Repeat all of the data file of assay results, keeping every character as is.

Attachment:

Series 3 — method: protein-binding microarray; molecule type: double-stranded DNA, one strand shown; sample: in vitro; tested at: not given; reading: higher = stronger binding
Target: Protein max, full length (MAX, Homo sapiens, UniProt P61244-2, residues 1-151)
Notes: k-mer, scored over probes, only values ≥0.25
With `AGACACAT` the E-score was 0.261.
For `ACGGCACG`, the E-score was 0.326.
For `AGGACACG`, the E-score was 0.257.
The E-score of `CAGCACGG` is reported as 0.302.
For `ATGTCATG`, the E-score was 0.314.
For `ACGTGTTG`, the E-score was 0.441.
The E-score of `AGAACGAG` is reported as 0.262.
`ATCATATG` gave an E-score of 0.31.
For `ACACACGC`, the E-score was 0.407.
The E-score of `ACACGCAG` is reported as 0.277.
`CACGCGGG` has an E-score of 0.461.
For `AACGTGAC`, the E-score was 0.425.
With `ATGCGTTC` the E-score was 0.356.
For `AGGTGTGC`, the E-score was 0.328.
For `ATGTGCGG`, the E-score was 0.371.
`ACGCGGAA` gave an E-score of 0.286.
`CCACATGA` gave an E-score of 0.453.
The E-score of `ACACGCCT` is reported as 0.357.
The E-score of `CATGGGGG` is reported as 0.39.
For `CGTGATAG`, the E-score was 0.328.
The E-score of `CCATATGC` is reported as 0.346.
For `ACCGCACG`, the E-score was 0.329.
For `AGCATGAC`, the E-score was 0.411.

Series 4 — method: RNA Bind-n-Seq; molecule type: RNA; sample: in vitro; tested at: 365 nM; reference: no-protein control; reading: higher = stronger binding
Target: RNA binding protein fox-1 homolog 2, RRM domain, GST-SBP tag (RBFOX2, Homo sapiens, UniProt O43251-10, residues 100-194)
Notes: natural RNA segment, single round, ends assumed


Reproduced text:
Series 3 — method: protein-binding microarray; molecule type: double-stranded DNA, one strand shown; sample: in vitro; tested at: not given; reading: higher = stronger binding
Target: Protein max, full length (MAX, Homo sapiens, UniProt P61244-2, residues 1-151)
Notes: k-mer, scored over probes, only values ≥0.25
With `AGACACAT` the E-score was 0.261.
For `ACGGCACG`, the E-score was 0.326.
For `AGGACACG`, the E-score was 0.257.
The E-score of `CAGCACGG` is reported as 0.302.
For `ATGTCATG`, the E-score was 0.314.
For `ACGTGTTG`, the E-score was 0.441.
The E-score of `AGAACGAG` is reported as 0.262.
`ATCATATG` gave an E-score of 0.31.
For `ACACACGC`, the E-score was 0.407.
The E-score of `ACACGCAG` is reported as 0.277.
`CACGCGGG` has an E-score of 0.461.
For `AACGTGAC`, the E-score was 0.425.
With `ATGCGTTC` the E-score was 0.356.
For `AGGTGTGC`, the E-score was 0.328.
For `ATGTGCGG`, the E-score was 0.371.
`ACGCGGAA` gave an E-score of 0.286.
`CCACATGA` gave an E-score of 0.453.
The E-score of `ACACGCCT` is reported as 0.357.
The E-score of `CATGGGGG` is reported as 0.39.
For `CGTGATAG`, the E-score was 0.328.
The E-score of `CCATATGC` is reported as 0.346.
For `ACCGCACG`, the E-score was 0.329.
For `AGCATGAC`, the E-score was 0.411.

Series 4 — method: RNA Bind-n-Seq; molecule type: RNA; sample: in vitro; tested at: 365 nM; reference: no-protein control; reading: higher = stronger binding
Target: RNA binding protein fox-1 homolog 2, RRM domain, GST-SBP tag (RBFOX2, Homo sapiens, UniProt O43251-10, residues 100-194)
Notes: natural RNA segment, single round, ends assumed